The thing in Argentina is that things can turn upside down before you have the time to say 'hell'. This is how my grandpa lost 3 million (USD) in the early 60's. Overnight, after the Minister of Economy at the time had raised import taxes 300%. These stories and similar repeat themselves every 10 years, almost like a script. Yes, you can have a great life down there and even feel like you are in a piece of Europe with greater perks, like not paying taxes and doing "huevo" all day long bordering an everything-goes attitude. Until you hit the customer service wall. Then, you may have second thoughts about decisions of a lifetime in Argetina. Unless you know the argentine nature in detail and have understood our mind-set thoroughly, you, my foreign friend, are for a big surprise.

4/02/2005 03:07:00 PM  
Blogger said...

I would also recommend Zona Norte as good place for living. The area is very similar to many places in US: nice houses, with big gardens, nice and fresh air. Palermo and Recoleta are OK but these will probably mean a nice appartment as opose to a house. I wouldn't recommend Retiro. At the end of the day, every person has a different place to recommend, since we come from different places. I think the only way to give a good advise would be to know some of the things the expat is looking for. Zona Norte has most of them, but not all. So it would depend on who's searching.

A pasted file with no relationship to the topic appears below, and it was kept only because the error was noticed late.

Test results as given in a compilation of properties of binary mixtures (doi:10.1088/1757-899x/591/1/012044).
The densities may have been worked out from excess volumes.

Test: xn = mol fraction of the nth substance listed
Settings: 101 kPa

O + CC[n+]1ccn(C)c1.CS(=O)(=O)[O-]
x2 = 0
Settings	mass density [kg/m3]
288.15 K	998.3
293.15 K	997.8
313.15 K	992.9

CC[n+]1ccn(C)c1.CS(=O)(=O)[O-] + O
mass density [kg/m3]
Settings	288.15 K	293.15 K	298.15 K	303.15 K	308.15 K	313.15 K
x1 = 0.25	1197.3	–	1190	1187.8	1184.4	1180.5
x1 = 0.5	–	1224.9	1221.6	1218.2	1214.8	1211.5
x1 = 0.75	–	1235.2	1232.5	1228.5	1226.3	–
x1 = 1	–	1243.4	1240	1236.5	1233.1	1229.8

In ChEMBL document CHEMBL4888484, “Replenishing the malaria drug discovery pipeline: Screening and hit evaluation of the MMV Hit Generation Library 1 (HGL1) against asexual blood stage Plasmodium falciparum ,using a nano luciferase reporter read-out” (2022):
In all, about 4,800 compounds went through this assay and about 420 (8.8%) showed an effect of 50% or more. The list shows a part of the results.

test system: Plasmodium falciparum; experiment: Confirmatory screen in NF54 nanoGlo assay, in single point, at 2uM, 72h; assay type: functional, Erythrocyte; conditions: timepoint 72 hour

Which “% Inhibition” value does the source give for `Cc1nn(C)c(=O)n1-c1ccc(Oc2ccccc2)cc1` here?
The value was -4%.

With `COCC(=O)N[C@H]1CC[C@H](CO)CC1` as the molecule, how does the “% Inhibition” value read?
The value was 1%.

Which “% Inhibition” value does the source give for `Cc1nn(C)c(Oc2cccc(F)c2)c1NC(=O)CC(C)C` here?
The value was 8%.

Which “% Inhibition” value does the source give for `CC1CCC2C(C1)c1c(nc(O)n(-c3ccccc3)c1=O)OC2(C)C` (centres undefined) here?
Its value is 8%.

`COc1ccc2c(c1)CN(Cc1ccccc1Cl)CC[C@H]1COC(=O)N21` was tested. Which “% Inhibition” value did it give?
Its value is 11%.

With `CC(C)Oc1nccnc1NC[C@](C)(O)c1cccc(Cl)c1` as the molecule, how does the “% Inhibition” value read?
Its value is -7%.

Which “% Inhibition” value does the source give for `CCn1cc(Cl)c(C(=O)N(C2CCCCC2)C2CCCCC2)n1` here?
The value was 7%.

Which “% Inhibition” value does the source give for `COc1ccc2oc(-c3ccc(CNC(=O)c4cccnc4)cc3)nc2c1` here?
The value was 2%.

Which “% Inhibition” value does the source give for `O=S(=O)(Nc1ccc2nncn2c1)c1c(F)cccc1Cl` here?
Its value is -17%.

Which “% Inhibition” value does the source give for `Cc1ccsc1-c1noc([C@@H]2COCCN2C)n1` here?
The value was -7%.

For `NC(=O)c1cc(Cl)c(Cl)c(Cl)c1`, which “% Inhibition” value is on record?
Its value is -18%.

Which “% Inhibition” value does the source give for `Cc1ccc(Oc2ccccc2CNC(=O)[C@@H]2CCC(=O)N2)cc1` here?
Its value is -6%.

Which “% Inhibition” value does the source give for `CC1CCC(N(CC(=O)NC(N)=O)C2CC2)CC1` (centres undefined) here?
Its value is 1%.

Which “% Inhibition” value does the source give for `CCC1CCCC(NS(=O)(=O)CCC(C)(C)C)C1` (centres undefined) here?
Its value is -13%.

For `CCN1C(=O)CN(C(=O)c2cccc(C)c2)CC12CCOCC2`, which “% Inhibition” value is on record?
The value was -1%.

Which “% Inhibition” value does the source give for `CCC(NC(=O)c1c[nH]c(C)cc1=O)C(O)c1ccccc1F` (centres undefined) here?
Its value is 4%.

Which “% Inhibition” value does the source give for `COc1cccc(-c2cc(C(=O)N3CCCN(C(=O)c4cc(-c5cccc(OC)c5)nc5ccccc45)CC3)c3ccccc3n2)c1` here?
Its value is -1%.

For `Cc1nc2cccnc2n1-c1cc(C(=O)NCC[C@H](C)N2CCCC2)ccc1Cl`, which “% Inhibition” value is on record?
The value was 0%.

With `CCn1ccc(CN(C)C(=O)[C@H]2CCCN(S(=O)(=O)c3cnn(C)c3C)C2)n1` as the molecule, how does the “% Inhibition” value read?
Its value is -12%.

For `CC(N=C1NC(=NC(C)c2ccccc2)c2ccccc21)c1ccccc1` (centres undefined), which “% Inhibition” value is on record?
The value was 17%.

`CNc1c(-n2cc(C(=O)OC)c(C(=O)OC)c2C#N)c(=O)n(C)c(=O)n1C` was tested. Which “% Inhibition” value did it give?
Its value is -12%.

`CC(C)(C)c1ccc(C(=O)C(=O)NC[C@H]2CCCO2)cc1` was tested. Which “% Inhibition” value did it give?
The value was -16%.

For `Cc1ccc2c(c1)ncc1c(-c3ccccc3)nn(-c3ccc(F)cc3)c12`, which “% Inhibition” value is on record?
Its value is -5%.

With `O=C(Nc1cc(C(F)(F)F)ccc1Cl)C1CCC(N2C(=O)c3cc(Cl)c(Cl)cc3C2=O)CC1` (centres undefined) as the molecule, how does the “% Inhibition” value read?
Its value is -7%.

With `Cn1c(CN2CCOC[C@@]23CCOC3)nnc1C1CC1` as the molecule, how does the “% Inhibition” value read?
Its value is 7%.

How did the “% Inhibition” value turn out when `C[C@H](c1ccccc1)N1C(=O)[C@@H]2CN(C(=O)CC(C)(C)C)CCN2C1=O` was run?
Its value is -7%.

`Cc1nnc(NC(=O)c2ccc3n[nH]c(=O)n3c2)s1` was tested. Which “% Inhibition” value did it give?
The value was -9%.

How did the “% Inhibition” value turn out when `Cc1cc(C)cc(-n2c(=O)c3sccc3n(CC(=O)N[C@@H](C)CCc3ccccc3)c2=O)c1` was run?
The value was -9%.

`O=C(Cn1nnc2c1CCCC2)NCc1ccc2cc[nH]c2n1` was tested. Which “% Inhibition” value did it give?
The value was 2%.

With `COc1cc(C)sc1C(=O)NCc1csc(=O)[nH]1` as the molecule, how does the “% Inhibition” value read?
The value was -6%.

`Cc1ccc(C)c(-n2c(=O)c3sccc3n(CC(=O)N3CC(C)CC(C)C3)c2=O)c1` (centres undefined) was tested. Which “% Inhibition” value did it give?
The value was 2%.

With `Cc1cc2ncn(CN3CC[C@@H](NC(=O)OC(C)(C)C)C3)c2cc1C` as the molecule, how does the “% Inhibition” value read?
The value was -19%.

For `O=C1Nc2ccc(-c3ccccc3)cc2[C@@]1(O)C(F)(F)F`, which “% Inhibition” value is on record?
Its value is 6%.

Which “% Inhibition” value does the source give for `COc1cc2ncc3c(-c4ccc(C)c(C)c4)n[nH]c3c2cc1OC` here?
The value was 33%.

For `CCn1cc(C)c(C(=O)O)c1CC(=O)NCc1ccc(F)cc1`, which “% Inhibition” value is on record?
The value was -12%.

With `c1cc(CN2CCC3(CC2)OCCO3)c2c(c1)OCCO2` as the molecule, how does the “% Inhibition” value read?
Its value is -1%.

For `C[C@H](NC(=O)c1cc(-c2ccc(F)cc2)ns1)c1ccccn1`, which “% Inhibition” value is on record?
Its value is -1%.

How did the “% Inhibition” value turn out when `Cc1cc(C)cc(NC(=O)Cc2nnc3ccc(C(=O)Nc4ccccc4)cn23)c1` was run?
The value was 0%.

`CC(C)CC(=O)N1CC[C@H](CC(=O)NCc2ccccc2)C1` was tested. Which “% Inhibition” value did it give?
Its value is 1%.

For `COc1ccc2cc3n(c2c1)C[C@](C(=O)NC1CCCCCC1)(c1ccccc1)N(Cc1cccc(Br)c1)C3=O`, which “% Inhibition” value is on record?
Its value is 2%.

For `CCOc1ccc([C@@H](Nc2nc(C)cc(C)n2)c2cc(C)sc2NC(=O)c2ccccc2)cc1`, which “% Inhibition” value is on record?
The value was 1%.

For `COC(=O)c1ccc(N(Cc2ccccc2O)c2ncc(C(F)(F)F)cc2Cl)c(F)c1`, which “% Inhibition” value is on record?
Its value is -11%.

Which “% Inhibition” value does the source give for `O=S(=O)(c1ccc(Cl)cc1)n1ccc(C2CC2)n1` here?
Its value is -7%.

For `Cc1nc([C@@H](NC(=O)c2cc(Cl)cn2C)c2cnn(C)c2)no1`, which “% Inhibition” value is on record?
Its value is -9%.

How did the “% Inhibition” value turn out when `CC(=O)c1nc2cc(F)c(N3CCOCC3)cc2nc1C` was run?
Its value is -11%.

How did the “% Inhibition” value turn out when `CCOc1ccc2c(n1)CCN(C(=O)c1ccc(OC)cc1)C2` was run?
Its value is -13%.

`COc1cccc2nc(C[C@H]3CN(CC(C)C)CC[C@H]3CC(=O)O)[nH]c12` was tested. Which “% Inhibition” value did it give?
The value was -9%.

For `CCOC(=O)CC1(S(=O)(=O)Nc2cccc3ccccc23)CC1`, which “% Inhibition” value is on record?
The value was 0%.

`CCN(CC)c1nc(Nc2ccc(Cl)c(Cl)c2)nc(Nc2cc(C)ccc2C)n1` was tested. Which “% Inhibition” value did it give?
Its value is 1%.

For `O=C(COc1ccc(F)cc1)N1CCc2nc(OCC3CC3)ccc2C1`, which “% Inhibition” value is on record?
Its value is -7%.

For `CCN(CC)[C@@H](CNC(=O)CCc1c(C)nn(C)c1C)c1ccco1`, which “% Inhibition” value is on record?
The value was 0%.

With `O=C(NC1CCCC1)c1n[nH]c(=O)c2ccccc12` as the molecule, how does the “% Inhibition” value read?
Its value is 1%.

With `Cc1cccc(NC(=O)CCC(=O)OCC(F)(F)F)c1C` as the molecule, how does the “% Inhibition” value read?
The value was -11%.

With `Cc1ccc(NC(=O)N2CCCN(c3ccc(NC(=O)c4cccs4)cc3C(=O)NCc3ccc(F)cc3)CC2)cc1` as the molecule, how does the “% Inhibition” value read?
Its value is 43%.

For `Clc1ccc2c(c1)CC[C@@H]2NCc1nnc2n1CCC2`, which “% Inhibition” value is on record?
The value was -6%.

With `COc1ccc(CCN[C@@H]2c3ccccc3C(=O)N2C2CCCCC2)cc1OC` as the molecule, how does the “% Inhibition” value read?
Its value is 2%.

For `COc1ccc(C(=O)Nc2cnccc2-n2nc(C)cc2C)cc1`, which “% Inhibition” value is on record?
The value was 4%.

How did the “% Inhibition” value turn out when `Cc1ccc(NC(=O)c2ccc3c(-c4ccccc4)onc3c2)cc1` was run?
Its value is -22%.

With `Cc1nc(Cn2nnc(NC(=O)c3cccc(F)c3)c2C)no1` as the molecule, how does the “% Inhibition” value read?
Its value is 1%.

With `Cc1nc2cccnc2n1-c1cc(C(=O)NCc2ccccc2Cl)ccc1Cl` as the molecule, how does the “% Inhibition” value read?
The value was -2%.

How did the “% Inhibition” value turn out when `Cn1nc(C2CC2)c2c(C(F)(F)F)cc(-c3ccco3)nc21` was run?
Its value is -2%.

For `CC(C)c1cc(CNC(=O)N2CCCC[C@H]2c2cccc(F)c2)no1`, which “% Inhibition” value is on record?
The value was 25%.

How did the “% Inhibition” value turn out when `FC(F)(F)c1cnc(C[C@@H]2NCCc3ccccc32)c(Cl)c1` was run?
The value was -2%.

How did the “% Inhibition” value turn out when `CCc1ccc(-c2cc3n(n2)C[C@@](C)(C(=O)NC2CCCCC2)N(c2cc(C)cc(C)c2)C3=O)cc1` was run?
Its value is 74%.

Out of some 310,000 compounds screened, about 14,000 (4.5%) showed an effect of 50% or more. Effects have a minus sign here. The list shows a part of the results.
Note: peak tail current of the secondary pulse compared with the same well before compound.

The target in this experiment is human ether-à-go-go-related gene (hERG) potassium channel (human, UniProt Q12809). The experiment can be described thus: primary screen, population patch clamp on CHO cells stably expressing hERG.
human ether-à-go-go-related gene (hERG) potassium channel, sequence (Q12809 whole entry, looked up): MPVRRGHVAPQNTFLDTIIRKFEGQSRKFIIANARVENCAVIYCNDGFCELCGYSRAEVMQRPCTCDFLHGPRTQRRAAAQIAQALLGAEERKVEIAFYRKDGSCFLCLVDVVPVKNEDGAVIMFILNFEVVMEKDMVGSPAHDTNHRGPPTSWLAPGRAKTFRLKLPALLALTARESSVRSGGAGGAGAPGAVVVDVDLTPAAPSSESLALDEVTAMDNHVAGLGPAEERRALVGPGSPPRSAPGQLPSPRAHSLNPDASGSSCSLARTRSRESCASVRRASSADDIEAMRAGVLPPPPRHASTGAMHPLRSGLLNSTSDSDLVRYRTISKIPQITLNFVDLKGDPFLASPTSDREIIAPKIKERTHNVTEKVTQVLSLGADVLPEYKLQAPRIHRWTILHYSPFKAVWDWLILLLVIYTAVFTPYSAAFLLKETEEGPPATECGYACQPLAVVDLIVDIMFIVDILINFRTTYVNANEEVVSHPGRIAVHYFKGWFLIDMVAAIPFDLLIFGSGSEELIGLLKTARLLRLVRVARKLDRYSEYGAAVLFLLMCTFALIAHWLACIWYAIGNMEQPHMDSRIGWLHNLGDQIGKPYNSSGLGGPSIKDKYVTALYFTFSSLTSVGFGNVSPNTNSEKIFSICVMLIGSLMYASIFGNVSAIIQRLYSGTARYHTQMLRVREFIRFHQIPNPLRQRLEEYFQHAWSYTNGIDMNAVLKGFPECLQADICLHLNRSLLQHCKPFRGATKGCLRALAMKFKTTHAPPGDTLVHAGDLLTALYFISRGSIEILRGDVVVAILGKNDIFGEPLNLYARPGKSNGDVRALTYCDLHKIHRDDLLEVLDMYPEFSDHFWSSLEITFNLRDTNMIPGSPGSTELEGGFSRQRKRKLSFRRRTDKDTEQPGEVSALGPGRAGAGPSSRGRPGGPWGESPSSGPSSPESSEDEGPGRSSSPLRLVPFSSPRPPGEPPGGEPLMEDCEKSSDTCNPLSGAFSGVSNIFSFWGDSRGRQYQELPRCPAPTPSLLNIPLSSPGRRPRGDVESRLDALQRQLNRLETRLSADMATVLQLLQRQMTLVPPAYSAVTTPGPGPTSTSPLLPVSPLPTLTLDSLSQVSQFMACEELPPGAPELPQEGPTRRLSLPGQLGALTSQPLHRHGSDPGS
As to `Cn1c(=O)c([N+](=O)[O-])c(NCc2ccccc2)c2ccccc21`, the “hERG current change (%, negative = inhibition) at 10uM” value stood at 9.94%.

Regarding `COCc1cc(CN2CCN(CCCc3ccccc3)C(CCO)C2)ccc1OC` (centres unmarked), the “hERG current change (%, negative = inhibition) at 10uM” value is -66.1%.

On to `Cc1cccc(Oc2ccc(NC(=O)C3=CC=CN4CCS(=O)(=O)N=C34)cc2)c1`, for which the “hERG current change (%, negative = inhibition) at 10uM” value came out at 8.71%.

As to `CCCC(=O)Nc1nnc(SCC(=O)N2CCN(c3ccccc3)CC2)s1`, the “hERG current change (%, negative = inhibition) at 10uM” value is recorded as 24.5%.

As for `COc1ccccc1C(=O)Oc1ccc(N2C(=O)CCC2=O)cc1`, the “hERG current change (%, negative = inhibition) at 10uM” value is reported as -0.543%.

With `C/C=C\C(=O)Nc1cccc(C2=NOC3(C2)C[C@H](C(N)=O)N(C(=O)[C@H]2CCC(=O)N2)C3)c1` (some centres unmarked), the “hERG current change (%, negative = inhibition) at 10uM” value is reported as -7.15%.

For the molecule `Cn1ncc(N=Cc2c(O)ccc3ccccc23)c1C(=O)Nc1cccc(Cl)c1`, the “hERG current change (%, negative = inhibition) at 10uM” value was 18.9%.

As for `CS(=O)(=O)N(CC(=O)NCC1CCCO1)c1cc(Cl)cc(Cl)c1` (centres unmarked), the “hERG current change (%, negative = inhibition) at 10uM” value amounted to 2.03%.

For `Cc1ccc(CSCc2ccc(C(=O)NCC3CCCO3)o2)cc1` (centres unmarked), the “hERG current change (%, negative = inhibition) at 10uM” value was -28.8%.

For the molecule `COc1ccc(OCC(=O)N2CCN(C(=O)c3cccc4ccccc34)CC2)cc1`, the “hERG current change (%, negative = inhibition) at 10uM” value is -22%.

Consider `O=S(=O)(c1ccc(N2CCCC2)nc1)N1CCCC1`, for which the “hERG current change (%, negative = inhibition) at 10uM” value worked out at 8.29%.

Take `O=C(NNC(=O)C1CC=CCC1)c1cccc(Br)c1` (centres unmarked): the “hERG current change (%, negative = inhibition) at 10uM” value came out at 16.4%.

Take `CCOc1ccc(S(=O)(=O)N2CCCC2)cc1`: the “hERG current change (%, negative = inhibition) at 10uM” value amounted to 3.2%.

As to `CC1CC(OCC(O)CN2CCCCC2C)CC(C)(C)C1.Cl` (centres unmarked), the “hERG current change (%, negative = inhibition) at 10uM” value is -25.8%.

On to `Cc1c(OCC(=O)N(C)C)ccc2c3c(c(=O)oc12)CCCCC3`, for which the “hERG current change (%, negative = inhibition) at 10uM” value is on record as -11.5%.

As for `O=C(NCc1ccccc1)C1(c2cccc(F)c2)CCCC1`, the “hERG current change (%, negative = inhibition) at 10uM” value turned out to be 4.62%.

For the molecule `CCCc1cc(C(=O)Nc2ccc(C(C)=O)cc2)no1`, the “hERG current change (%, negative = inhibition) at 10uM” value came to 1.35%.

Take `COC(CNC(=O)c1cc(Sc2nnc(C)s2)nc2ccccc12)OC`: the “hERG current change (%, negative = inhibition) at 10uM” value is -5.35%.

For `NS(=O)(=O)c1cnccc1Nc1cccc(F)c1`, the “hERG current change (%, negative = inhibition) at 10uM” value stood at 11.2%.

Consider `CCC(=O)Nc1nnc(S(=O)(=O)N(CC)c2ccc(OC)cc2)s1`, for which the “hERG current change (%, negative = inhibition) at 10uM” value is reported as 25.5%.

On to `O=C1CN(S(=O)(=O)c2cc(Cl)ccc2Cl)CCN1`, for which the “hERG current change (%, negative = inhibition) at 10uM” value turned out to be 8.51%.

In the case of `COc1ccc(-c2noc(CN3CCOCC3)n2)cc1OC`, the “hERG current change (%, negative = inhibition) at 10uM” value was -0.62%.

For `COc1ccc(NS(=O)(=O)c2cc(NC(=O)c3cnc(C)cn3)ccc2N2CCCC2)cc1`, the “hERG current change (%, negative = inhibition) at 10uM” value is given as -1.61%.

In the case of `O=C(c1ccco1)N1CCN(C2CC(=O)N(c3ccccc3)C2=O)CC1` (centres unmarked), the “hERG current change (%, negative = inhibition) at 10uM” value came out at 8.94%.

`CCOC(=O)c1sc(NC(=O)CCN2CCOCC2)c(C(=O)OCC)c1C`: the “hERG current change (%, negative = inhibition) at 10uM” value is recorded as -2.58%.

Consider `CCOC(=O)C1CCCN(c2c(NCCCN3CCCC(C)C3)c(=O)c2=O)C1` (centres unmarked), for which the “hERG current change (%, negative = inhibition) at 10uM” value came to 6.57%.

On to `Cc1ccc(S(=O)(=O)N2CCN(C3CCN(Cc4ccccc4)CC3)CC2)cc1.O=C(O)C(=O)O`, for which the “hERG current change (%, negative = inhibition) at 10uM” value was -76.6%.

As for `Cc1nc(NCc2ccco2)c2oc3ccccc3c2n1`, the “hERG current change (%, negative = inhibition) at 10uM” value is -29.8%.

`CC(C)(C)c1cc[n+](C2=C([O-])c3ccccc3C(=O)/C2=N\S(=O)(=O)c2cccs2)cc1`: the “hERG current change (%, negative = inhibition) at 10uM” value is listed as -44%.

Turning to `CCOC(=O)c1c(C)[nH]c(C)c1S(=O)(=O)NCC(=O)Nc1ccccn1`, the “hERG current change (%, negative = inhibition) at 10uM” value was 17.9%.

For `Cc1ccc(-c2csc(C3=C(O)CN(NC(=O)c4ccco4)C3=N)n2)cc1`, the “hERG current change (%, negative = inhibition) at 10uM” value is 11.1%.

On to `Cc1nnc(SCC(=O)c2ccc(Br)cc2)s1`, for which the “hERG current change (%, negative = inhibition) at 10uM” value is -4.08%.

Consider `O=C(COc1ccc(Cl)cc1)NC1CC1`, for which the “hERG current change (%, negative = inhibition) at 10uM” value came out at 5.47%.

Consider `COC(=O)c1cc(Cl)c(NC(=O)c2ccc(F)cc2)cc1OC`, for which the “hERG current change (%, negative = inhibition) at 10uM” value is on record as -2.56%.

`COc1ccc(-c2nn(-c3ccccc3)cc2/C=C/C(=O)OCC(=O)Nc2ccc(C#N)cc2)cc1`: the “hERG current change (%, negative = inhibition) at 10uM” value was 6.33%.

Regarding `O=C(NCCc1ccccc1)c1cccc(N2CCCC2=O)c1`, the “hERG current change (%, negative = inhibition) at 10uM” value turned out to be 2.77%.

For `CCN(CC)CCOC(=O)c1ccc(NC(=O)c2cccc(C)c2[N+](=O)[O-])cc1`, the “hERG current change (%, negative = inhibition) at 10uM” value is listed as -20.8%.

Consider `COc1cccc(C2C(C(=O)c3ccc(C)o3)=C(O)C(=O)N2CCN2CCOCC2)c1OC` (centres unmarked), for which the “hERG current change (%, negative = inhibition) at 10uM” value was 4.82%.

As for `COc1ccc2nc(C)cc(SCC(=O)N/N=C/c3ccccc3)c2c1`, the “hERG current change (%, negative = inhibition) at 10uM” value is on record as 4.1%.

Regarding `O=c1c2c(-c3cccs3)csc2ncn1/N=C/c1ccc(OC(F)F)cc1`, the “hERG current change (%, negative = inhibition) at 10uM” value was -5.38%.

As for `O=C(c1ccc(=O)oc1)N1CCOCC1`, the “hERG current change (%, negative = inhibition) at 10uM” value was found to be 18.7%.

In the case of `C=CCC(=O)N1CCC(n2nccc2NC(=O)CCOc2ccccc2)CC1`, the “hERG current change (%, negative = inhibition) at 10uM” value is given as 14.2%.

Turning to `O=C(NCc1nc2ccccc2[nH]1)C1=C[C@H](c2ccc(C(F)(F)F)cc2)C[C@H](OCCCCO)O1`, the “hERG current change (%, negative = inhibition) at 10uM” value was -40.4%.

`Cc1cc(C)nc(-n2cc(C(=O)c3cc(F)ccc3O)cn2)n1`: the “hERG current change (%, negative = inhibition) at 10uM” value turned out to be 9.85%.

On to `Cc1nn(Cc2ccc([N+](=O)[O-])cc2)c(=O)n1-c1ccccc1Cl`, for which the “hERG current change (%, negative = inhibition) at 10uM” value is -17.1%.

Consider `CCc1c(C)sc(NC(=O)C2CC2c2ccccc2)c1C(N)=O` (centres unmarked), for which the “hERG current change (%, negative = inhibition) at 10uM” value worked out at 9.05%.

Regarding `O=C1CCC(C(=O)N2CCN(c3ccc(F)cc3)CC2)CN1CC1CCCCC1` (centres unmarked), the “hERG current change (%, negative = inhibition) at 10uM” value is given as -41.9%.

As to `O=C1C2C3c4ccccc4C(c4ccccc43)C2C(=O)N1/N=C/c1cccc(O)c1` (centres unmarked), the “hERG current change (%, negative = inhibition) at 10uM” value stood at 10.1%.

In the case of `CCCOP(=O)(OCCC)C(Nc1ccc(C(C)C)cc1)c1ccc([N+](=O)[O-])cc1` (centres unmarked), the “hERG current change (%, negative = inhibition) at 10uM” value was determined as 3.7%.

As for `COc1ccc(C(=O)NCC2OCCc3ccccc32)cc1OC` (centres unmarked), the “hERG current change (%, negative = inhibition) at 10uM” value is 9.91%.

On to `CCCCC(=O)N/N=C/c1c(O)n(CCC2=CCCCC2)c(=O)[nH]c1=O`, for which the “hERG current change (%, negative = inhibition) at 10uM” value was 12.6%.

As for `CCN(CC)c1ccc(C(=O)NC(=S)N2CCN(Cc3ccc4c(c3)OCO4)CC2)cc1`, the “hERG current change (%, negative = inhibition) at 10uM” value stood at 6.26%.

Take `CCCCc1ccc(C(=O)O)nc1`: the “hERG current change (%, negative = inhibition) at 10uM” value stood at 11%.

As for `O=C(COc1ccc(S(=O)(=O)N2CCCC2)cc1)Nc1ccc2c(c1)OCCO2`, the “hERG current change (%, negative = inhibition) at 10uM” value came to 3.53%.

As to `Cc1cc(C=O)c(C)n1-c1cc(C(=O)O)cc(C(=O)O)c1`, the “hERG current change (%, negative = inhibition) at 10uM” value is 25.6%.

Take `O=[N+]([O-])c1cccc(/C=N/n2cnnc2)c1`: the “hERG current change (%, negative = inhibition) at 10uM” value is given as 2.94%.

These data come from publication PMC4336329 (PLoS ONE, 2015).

With regards to the football comments, I don't think this has turned into an "argentine spam house". May be the 15 years you lived abroad made you forget about your roots, or may be you don't football at, which makes you a very rare species in Argentina (gladly almost extint).

4/04/2005 04:59:00 PM  
Blogger ABA said...

Editors review makes an EXCELLENT comment telling you about customer service is spot on. I'm frustrated on a daily basis by the lack of customer service. There is NOT customer service. Everything takes forever and service is generally bad. I've already posted my experiences on the business environment here.

Both posters make good points about the taxi business. You must be VERY careful what you are doing. It's not impossible like I said. I know people here in Argentina and in Brazil that are making a lot of money in that line of work. The thing is to be well connected and do your homework. Doing your homework involves more than making a few calls. I'm talking possibly 2 years of research before you make a capital investment.

As far as real estate. I believe it to be a stable investment. I would NEVER rent to a local though. You are just asking for problems. I only rent to corporations, businessmen, tourists and now cosmetic surgery patients.

I have already proven since 2002 that real estate (if you set it up properly) is a very good investment here. What I'm doing with my real estate is totally different than most people. Be careful buying if/when you do buy. I researched the laws for a good two years before I bought. I posted a blog to help people. I wish someone posted it before I bought

Hopefully it helps some of you.

5/15/2005 03:09:00 AM